Free Kurdistan Now


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The Kurds are the largest stateless people in the world. Their population exists in a contiguous territory spanning across  present-day Turkey, Syria, Iraq, and Iran. Historically, the Kurds have been an oppressed people. Iran, Iraq, Bashar al-Assad’s government in Syria, and what’s left of ISIS in Syria and Iraq are all deeply and viscerally opposed to the idea of a Kurdish state. An independent Kurdistan would remove large swathes of territory from each of those countries.

For the most part, the Kurds—particularly those living in northern Iraq—are stridently pro-American. The fear among the other regional powers is that if Kurdish Iraq were to become an independent state, other Kurdish populations would demand independence, and would seek to be folded into that Kurdish state.

Further, the Iraqi Kurds,with their fearsome Peshmerga forces, as well as the Kurds in Syria and southern Turkey, are all well-trained and heavily armed. In fact, the recent fight against the Islamic State in Iraq and Syria has compelled the armed Kurdish factions to sally forth and take territories, such as the Iraqi city of Kirkuk (which the Peshmerga recently liberated from ISIS). Of course, the Iraqi government wants Kirkuk back, and are warring with the Kurds in order to regain control of that strategic city.

The tragedy in all of this is, aside from the Israelis, the Kurds have been America’s most steadfast ally in the region. Throughout history, the Kurds—notoriously and gruesomely—have been oppressed by the region’s powers. They were the constant targets of Saddam’s tyranny in Iraq; they waged a brutal war for their freedom in Turkey; in Syria they are the targets of ISIS and other Syrian “rebels” as well.

During Desert Storm, they answered former President George H.W. Bush’s calls to rise up against Saddam Hussein. Then, the elder Bush undercut their uprising by signing an armistice with Iraq, and abandoning the Kurds to their fate. They were slaughtered. And yet the Kurds never once blamed Bush for abandoning them.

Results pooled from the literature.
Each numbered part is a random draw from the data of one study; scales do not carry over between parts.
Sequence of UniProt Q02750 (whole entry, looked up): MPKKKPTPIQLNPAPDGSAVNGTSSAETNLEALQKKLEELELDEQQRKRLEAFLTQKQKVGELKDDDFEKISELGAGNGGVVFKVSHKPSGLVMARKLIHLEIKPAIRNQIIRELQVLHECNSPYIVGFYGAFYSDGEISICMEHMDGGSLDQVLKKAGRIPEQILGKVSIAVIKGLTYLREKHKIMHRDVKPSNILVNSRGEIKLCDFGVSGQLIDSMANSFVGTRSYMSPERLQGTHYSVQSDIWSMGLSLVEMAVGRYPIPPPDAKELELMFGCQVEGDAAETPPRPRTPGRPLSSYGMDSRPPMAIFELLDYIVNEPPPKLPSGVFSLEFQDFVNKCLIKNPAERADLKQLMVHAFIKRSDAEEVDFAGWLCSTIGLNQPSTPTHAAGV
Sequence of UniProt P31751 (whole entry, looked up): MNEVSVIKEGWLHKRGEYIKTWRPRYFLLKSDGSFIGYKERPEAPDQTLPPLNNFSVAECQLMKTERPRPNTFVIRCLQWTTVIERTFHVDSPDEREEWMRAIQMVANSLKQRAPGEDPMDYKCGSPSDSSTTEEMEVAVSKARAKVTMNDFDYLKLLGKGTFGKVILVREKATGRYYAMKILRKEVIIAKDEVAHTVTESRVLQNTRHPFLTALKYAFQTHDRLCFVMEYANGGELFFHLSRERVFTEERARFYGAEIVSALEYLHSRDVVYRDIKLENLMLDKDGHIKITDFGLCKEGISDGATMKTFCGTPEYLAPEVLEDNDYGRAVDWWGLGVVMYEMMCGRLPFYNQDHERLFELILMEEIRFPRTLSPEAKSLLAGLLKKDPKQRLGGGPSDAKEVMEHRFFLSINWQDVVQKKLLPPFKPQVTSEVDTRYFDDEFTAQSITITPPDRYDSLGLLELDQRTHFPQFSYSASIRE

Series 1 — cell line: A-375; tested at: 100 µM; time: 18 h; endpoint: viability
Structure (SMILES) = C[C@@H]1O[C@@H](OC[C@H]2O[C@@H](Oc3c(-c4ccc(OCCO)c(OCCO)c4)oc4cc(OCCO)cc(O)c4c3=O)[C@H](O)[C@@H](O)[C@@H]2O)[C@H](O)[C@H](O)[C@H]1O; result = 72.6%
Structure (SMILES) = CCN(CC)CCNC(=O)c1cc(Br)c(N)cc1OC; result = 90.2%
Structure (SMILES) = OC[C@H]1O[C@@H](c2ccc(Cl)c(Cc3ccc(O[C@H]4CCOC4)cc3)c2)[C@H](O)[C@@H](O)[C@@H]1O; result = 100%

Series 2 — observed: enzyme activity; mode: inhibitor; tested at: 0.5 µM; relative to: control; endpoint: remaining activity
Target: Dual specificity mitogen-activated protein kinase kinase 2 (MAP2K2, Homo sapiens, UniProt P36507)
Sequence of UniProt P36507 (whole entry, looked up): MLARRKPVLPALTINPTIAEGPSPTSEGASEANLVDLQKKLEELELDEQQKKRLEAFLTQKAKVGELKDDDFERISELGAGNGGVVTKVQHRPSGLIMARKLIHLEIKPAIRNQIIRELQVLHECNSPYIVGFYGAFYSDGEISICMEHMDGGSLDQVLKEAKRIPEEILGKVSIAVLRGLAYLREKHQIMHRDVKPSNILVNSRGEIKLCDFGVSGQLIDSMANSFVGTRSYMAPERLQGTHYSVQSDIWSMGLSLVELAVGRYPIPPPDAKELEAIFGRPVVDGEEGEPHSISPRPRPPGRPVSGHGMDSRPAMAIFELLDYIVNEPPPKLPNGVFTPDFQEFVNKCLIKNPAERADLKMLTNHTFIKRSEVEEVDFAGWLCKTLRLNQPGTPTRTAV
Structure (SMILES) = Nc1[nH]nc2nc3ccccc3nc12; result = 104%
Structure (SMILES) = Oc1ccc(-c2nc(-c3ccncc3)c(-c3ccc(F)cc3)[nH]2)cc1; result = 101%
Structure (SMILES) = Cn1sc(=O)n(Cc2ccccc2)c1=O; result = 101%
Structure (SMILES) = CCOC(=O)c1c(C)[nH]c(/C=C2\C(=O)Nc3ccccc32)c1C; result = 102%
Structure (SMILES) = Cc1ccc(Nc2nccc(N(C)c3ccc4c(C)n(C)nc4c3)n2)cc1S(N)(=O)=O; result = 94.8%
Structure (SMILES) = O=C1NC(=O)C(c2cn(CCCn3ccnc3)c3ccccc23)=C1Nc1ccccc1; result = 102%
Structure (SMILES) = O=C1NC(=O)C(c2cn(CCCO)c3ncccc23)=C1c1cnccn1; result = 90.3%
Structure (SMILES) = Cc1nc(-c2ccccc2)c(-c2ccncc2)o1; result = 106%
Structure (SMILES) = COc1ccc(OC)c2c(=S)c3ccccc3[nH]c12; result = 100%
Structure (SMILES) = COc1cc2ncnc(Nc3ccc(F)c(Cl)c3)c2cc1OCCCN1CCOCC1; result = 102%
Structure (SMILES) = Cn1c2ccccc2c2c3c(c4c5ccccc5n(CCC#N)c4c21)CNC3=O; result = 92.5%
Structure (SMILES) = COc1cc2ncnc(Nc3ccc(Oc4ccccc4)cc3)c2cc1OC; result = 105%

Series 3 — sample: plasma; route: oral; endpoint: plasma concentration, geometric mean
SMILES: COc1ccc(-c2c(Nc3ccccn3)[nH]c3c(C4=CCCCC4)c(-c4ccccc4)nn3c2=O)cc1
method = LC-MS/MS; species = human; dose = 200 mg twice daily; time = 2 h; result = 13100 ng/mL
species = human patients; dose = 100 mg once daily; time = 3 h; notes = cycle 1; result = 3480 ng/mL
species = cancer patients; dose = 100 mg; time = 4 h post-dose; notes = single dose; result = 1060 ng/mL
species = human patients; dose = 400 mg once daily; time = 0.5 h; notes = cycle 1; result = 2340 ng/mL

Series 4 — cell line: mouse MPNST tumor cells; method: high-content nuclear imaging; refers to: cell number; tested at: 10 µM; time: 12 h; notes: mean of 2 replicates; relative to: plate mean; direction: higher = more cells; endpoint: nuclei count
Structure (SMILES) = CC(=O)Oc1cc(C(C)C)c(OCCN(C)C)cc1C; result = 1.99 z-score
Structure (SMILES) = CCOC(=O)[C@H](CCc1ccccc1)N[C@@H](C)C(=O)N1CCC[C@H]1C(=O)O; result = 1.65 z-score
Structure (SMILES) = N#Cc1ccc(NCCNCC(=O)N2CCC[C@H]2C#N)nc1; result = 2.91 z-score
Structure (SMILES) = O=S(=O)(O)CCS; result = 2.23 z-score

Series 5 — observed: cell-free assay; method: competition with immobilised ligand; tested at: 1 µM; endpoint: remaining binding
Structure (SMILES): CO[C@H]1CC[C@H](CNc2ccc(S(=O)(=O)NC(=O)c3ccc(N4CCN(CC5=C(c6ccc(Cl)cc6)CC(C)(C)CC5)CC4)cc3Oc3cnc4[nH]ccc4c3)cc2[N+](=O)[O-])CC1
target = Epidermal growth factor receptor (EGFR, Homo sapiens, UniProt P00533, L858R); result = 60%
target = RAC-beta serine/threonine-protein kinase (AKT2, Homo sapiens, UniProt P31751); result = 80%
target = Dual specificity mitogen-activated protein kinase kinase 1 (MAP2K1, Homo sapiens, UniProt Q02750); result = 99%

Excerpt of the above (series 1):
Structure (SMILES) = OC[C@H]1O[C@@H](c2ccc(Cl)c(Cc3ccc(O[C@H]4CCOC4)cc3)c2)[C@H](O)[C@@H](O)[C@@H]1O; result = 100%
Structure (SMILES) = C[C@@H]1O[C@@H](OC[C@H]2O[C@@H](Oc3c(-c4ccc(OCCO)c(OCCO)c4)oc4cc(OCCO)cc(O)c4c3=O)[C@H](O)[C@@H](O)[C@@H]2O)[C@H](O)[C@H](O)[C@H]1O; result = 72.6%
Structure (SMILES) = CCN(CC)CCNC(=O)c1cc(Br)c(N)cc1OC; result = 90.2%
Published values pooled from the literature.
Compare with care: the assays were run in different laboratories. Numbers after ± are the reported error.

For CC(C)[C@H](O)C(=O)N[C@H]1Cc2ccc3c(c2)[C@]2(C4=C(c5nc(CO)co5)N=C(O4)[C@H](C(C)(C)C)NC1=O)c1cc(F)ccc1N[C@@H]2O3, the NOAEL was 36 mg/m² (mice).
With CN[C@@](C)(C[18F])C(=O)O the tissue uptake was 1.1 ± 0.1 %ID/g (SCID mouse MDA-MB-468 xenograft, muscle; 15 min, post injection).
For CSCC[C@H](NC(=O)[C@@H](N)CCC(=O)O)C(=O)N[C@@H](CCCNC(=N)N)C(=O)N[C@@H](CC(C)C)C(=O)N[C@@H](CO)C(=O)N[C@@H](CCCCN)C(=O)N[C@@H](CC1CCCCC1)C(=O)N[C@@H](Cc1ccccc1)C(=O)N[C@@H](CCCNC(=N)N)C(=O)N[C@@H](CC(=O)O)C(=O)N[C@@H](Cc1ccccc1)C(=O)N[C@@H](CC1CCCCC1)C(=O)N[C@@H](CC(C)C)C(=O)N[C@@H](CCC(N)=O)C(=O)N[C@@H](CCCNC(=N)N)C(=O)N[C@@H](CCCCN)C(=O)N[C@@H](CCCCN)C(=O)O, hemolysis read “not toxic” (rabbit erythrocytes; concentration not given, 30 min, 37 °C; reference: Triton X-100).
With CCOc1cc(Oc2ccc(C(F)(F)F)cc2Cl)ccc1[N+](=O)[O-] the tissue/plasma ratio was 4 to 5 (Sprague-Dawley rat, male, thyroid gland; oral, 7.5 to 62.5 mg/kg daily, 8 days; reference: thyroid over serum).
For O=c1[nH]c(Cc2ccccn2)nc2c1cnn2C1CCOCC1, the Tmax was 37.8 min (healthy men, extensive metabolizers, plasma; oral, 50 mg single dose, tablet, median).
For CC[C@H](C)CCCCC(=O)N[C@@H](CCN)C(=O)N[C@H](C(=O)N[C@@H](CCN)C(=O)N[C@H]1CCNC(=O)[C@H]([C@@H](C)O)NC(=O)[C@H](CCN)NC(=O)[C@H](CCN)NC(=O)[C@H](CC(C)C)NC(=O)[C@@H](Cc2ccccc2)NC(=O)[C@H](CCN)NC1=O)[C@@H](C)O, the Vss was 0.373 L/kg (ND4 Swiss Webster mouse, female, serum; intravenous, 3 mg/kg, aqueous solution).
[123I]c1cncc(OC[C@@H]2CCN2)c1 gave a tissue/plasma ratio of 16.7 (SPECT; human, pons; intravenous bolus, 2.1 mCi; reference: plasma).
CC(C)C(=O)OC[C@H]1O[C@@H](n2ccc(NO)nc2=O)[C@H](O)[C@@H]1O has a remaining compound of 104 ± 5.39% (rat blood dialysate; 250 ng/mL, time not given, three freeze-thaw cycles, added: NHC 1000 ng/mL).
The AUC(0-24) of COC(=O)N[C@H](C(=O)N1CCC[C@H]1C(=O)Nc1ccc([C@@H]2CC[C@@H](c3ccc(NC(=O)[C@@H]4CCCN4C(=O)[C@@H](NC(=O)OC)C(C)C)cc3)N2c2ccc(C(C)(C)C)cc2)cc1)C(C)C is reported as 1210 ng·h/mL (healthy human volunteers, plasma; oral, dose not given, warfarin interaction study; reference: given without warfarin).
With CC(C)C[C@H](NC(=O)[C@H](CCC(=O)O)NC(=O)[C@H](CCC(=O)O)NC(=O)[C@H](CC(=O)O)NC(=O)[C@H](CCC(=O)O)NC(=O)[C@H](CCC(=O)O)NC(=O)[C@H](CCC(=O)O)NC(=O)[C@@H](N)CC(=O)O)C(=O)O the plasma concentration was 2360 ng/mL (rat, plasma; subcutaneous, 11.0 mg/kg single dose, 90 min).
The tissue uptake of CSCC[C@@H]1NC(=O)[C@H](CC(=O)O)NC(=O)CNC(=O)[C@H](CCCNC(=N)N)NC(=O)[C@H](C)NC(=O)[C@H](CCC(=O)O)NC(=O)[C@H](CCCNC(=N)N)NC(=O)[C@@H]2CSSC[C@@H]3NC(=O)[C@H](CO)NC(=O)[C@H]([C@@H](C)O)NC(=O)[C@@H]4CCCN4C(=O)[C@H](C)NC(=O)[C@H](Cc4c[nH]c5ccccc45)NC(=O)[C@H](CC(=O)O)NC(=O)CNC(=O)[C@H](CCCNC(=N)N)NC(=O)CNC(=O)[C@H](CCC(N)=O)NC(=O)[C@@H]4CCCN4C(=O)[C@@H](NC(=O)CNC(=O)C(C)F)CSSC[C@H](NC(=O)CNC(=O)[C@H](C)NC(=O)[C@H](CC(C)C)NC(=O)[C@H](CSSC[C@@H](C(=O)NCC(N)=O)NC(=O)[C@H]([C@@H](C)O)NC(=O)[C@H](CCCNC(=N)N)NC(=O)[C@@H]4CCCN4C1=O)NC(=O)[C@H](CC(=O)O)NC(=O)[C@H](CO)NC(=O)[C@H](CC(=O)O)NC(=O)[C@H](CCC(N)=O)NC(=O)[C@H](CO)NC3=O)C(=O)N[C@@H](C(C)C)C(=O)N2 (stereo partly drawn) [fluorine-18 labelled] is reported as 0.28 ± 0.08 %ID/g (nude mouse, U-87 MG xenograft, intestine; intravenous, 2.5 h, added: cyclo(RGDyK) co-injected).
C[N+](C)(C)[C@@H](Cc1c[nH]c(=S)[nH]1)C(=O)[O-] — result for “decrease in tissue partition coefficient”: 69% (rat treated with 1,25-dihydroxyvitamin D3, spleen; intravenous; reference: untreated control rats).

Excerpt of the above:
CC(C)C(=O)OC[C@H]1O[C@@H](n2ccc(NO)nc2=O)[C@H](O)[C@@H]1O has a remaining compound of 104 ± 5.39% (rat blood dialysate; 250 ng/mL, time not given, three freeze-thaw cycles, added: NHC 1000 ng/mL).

During President Bill Clinton’s administration, the United States led a multinational force to maintain a no-fly zone that prevented Hussein from committing any further acts of genocide against the Iraqi Kurdish population. As a result, the Kurds established something like a quasi-independent state.

When George W. Bush in 2003 led the United States into a quixotic campaign to liberate Iraq from Saddam Hussein, the Kurds joined the cause even though they understood the grave risks. After Saddam was out of power and the U.S.-led occupation struggled to prevent Iraq from splitting into three states——one for the Sunnis, one for the Shiites, and the other for the Kurds—it was the Kurds who respected Iraq’s national integrity.

What did they get for their troubles?

An Iranian-dominated government in Baghdad that took out its frustration on the Kurds!

When the war against ISIS began in earnest a few short years ago, the Kurds led the fight on the ground, even as Barack Obama’s feckless administration dithered over strategy and support. Now, the Iraqi Kurds want freedom. What’s more, they deserve freedom for their continued friendship with the United States.

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